An affectionate note by a former resident was not the only indication that Lorna Cubillo’s case against the Commonwealth government was flawed. In conjunction with Shankelton’s funeral service in 1990, a group described as “the boys and girls of Retta Dixon Home” published a tribute in the Sunday Territorian addressed to Amelia Shankelton: “You loved the first to the last. You never forgot our birthday or Christmas gifts. But the greatest gift of all was the love you gave to each of us.” It will probably strike some readers of this book that if it comes to truth-telling, considerable weight should be given not only to what was said at Uluru but also to this small but equally memorable statement from the heart.
Shankelton and the staff of the Retta Dixon Home didn’t see themselves as providing care to Aboriginal children in order to coerce them into adopting an unwanted lifestyle. The assimilation policy, contrary to the orthodoxies of later years, allowed for the continuation of cultural practices. It opened up pathways to opportunities throughout Australian life. As Douglas Brown observes towards the end of his book, staff at the Home saw themselves as providing an essential service to children whose situation, for whatever reason, was bleak, or whose families saw better prospects for their offspring at the Home.
When Lorna Cubillo and the other children were removed from Phillip Creek, did Amelia Shankelton cause them harm, or rescue them? There is much to support a finding that she rescued them. She gave them a chance to enter into mainstream Australian society, as indicated by Lorna Cubillo’s employment in later life as a Co-ordinator of Community Development in Darwin. Others like her went on to careers in business, politics, the professions and the arts. They now include judges and ministers for Aboriginal affairs in the federal parliament.
With the passage of time, and the gradual reconfiguration of the value of Christian schools and institutions, and perhaps of Christianity itself, criticisms are now voiced in various quarters as to some of the precepts and restrictions underlying practices at the Home in Shankelton’s era. But care must be taken not to exaggerate the harm allegedly caused by these and other matters of contention. Hindsight is a form of vision that can be clouded by half-truths and communal myths. It should never be entirely trusted.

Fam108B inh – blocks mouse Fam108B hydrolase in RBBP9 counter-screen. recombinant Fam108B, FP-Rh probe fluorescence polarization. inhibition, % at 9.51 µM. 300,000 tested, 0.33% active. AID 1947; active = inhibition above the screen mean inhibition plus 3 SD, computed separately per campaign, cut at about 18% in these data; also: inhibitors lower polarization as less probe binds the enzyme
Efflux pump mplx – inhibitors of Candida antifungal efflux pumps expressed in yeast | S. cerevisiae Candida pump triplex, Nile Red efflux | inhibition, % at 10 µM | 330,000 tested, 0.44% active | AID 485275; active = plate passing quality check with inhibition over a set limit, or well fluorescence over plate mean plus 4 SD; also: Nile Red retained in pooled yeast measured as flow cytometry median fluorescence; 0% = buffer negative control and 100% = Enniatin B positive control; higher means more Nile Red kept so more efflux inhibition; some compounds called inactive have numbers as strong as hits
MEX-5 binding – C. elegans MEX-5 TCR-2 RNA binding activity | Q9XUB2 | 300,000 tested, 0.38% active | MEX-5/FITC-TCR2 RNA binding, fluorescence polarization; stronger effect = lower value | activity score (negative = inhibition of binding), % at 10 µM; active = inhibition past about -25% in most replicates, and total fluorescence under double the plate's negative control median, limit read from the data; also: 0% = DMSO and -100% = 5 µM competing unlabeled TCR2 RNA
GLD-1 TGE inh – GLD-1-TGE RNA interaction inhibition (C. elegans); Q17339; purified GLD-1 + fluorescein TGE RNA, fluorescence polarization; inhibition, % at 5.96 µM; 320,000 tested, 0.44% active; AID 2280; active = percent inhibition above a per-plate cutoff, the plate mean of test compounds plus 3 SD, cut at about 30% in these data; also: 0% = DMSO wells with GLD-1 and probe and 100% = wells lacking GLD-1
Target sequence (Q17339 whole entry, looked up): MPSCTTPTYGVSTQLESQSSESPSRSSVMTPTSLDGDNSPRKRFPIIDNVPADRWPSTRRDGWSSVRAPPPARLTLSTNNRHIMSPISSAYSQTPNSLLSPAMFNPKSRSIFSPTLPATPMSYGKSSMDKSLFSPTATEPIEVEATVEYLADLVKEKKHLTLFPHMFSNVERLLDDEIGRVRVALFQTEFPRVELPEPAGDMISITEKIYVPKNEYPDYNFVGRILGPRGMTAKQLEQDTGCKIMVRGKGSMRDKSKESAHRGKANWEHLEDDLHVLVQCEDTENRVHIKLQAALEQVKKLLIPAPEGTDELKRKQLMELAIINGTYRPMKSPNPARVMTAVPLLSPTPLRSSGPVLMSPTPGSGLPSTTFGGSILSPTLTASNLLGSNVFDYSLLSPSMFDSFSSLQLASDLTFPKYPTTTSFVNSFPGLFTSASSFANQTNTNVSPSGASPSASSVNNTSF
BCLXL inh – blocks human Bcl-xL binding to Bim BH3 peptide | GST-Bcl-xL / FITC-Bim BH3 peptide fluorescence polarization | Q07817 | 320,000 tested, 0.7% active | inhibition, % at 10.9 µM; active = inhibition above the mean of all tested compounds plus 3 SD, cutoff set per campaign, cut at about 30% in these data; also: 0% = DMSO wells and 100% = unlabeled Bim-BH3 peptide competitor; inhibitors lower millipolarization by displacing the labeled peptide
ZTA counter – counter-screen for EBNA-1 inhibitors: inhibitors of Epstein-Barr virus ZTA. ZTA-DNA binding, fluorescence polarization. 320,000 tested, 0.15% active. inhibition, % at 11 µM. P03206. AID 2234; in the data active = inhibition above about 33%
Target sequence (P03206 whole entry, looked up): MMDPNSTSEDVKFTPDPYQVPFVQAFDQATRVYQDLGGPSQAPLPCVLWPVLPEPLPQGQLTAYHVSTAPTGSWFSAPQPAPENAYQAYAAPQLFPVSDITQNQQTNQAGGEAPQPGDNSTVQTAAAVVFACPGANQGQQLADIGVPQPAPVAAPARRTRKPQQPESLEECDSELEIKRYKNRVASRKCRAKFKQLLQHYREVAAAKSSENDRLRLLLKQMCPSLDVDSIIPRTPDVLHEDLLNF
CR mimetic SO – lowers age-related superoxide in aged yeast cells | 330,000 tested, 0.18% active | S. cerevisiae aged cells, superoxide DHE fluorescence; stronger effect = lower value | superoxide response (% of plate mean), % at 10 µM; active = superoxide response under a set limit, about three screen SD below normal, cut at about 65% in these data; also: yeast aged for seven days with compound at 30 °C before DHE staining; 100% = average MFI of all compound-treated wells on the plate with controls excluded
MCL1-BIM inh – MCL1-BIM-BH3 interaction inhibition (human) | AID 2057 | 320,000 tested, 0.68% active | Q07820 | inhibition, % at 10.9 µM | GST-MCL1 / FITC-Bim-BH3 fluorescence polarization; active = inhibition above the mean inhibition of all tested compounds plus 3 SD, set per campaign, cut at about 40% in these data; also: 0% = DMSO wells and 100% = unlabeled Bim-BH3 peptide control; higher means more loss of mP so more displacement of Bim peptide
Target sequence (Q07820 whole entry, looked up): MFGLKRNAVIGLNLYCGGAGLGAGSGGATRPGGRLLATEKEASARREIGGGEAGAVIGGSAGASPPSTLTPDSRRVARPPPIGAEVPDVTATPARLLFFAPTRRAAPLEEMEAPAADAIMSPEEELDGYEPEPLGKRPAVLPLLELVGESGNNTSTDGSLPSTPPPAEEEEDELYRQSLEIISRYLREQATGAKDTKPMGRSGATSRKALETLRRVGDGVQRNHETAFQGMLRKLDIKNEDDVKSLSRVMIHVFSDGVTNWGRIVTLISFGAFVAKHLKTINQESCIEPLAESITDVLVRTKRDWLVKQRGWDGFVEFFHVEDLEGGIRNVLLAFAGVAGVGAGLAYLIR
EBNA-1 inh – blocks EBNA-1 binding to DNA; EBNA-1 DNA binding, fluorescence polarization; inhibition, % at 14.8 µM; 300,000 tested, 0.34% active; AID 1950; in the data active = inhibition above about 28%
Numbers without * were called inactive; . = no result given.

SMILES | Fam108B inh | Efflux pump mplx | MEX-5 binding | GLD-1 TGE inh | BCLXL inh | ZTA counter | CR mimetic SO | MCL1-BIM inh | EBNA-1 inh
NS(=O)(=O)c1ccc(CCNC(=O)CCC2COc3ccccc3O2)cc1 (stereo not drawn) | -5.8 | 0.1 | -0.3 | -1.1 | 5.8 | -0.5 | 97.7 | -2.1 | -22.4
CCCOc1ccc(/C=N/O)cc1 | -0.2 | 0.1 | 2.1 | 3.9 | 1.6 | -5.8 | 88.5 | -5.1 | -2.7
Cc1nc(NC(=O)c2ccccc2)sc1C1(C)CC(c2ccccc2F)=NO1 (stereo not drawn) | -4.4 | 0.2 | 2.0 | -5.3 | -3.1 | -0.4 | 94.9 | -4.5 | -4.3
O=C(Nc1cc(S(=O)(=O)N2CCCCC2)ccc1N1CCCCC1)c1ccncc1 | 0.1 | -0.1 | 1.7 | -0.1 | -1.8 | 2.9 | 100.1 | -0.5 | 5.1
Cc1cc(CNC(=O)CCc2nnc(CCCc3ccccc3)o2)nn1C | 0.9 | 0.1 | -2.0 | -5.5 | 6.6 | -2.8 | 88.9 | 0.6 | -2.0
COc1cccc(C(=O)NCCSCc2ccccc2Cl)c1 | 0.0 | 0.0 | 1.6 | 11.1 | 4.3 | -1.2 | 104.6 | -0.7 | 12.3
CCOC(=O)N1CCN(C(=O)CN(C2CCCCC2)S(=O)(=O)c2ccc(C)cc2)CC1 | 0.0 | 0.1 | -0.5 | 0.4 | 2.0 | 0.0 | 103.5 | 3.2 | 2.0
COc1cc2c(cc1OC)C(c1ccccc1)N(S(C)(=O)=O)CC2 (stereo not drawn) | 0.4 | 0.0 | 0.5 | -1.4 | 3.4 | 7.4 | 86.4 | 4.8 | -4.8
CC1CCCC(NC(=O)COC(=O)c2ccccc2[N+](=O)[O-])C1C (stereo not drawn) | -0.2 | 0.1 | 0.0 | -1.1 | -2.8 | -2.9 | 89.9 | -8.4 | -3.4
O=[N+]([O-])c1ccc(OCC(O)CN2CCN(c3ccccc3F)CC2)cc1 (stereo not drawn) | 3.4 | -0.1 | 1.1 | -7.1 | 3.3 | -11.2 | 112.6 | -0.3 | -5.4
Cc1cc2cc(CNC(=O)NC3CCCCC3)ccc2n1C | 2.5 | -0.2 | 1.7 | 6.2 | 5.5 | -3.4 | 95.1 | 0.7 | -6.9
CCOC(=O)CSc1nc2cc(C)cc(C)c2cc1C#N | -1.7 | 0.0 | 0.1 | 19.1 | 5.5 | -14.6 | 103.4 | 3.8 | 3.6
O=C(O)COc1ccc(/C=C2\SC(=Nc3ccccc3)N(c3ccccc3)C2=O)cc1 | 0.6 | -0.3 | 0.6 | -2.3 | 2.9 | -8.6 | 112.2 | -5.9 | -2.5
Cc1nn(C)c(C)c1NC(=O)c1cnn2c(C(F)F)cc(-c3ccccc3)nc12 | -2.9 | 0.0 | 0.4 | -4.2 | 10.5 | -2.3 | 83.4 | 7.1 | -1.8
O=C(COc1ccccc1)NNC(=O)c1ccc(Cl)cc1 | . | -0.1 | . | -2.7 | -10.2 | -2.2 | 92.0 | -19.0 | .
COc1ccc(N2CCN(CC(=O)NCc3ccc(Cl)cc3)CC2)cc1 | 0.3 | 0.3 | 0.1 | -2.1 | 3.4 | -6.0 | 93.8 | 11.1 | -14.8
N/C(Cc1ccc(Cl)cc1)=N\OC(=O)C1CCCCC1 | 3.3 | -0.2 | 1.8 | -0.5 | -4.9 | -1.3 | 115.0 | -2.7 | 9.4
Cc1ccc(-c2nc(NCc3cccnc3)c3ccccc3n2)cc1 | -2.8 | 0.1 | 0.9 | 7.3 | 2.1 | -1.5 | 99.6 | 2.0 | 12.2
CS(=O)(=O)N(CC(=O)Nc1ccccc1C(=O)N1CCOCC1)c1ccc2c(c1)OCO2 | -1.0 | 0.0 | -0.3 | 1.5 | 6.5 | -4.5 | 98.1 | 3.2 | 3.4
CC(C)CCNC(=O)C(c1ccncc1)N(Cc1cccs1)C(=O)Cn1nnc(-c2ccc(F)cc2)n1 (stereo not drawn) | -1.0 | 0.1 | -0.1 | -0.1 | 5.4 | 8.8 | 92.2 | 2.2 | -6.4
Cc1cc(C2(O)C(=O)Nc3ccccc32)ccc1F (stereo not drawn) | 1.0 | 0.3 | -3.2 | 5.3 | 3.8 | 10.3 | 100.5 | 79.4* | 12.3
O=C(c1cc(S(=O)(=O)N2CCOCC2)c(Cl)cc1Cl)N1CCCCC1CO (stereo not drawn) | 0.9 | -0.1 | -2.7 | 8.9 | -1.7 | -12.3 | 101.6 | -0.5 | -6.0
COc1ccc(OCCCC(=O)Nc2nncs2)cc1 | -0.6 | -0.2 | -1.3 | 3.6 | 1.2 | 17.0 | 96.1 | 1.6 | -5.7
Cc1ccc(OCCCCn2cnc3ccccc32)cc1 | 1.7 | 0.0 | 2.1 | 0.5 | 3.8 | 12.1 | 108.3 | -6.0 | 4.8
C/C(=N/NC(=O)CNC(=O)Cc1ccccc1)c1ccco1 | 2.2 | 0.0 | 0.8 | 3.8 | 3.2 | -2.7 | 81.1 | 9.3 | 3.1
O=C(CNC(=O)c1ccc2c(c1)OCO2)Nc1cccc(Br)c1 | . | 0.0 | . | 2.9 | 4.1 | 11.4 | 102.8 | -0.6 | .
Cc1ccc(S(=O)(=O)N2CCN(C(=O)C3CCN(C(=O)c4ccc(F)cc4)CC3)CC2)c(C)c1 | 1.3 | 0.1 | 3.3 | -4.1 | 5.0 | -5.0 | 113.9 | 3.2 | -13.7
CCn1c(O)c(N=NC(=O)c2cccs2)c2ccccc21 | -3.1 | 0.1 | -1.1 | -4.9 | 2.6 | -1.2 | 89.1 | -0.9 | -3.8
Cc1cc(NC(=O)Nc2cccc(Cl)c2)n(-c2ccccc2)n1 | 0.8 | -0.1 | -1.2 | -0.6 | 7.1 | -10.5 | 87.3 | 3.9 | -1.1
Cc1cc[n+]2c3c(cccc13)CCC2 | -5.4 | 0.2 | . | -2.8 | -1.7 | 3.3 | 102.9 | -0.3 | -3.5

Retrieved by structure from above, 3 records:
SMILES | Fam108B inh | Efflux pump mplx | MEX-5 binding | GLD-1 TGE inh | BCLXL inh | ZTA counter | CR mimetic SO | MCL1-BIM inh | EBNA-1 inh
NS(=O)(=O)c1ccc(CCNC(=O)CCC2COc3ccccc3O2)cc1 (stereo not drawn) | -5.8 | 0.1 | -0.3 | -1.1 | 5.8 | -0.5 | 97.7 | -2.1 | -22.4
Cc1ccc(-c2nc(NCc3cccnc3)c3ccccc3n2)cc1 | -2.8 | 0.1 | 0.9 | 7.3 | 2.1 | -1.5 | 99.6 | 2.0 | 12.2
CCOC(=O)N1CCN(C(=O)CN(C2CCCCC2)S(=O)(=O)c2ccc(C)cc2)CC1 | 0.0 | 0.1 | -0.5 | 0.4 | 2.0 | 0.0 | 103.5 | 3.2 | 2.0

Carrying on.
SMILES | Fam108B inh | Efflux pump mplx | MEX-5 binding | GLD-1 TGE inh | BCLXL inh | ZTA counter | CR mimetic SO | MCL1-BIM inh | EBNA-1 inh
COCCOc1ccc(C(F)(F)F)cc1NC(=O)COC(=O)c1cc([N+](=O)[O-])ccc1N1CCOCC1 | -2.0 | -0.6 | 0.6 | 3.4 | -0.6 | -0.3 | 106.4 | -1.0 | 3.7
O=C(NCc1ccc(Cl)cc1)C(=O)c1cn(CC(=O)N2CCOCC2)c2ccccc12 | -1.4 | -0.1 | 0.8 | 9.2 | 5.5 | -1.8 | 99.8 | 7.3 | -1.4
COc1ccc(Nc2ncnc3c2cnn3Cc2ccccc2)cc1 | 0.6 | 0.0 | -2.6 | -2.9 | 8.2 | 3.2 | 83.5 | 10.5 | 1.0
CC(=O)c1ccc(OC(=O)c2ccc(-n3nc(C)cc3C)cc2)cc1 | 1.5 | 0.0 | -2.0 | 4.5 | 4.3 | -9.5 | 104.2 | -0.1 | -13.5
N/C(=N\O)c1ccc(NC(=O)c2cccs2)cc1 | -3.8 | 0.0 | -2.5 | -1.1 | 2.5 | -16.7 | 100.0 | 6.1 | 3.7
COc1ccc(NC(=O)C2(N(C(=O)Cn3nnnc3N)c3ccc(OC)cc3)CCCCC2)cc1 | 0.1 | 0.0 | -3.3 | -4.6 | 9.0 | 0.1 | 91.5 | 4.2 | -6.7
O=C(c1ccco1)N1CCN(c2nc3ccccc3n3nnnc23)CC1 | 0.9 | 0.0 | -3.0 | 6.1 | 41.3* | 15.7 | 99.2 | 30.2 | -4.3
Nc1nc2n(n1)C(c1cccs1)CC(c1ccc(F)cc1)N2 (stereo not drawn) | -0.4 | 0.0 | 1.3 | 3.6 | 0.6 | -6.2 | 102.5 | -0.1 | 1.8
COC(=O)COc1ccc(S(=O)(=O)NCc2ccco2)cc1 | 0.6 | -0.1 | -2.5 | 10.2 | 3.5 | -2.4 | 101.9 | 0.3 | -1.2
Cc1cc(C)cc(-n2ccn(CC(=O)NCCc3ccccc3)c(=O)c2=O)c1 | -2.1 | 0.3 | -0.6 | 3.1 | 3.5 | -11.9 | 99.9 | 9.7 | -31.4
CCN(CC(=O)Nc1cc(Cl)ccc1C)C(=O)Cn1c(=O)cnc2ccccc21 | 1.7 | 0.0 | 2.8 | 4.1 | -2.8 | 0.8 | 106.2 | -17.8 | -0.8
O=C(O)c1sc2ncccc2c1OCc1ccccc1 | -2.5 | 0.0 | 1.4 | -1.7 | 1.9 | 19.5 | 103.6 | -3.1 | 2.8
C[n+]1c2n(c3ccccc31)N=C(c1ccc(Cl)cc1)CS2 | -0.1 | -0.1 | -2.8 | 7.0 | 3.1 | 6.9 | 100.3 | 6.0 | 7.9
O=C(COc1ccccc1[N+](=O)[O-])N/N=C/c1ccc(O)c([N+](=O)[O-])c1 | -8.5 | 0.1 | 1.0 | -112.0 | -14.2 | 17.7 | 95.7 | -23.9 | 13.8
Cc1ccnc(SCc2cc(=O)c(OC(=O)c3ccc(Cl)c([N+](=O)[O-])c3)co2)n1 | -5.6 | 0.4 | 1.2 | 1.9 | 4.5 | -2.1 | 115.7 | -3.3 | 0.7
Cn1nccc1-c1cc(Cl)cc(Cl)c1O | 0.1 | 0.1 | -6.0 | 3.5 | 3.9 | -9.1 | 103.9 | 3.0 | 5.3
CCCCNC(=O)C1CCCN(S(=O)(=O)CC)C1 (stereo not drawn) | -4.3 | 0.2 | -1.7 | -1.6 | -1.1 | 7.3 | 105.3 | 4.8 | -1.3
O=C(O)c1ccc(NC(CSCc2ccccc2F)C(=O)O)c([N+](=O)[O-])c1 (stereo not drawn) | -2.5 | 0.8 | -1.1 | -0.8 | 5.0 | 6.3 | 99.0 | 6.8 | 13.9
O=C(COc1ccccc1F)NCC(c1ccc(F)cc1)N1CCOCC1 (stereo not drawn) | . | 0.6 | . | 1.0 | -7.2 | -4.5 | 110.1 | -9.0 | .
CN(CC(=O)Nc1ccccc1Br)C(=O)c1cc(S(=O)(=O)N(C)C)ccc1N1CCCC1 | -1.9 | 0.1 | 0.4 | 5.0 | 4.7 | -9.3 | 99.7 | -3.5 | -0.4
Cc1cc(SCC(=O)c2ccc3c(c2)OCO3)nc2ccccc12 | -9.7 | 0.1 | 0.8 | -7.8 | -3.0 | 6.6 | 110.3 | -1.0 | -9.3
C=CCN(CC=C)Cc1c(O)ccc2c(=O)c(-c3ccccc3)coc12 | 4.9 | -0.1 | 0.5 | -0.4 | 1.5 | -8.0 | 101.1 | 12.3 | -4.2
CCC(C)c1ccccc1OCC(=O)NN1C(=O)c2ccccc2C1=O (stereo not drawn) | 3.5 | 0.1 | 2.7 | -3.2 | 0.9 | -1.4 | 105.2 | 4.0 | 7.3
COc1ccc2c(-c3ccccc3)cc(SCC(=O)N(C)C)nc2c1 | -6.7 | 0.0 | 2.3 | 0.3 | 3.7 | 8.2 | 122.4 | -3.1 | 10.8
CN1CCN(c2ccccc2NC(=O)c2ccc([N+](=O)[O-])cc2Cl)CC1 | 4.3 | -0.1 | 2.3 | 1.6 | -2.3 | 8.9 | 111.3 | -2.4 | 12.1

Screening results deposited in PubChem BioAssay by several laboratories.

The Retta Dixon Home wasn’t heaven, but it certainly wasn’t hell. In many respects, in the way things were managed, it resembled what was being done in church-run boarding schools in the 1950s and 1960s, some of which are occasionally denounced by former students as having been overly religious or too regimented or now and again the setting for instances of misconduct by transient staff.
There is always room for argument about the appropriate response to issues of this kind. Douglas Brown, the author of Placed in Our Care, is constantly judicious in weighing up the pros and cons concerning these and other areas of controversy with a view to arriving at the best evaluation of the matter in question. The removal of Lorna Cubillo from the dilapidated settlement at Phillip Creek, and the dismissal of her claim for relief many years later, are matters the author deals with very carefully. In the end, what Lorna Cubillo’s lawyers put to the court was not enough to prove that she had been unlawfully removed from a loving family, or to win damages, or to establish a precedent for use against missionaries and public servants in other cases.
This biography of Amelia Shankelton is in many ways a profound exposition of her life and times. It is focused essentially upon her supervisory role at the Retta Dixon Home, rather than on the pattern of changing policies and attitudes accompanying her story, but inevitably it brings into play a range of important issues. It will serve as a valuable counterweight to so many preconceptions and orthodoxies tarnishing the quality of contemporary thought. It will help to restore a much-needed degree of clarity and balance to any discussion about Aboriginal affairs, both then and now.